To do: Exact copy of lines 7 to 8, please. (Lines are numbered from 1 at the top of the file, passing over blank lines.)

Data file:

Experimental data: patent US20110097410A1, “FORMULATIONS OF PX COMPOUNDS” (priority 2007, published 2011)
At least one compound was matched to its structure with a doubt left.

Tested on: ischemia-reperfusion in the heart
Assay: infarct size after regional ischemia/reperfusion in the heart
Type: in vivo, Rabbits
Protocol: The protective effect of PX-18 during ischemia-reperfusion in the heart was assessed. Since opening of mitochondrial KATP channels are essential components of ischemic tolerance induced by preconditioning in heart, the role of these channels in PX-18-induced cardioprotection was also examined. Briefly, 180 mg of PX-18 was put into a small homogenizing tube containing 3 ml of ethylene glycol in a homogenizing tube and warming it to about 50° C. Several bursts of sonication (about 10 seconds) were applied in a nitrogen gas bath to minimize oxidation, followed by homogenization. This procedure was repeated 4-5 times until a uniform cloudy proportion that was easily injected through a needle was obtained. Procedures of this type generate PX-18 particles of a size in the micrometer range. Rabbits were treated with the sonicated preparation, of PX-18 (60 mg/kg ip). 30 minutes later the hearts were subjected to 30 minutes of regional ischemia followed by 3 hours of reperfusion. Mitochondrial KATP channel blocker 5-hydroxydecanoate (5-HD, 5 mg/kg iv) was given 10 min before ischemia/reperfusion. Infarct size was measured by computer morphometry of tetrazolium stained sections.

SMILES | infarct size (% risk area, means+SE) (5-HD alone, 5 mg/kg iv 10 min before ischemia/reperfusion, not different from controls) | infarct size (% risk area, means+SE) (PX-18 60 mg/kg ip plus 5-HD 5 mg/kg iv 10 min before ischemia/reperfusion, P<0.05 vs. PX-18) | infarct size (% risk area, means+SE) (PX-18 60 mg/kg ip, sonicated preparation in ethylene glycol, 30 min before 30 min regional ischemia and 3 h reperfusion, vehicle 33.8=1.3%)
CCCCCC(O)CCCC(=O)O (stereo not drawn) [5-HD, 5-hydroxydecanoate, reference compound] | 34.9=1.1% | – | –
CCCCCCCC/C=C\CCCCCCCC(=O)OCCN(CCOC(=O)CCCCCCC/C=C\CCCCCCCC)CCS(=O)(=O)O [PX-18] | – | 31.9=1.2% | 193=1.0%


SMILES | infarct size (% risk area, means+SE) (5-HD alone, 5 mg/kg iv 10 min before ischemia/reperfusion, not different from controls) | infarct size (% risk area, means+SE) (PX-18 60 mg/kg ip plus 5-HD 5 mg/kg iv 10 min before ischemia/reperfusion, P<0.05 vs. PX-18) | infarct size (% risk area, means+SE) (PX-18 60 mg/kg ip, sonicated preparation in ethylene glycol, 30 min before 30 min regional ischemia and 3 h reperfusion, vehicle 33.8=1.3%)
CCCCCC(O)CCCC(=O)O (stereo not drawn) [5-HD, 5-hydroxydecanoate, reference compound] | 34.9=1.1% | – | –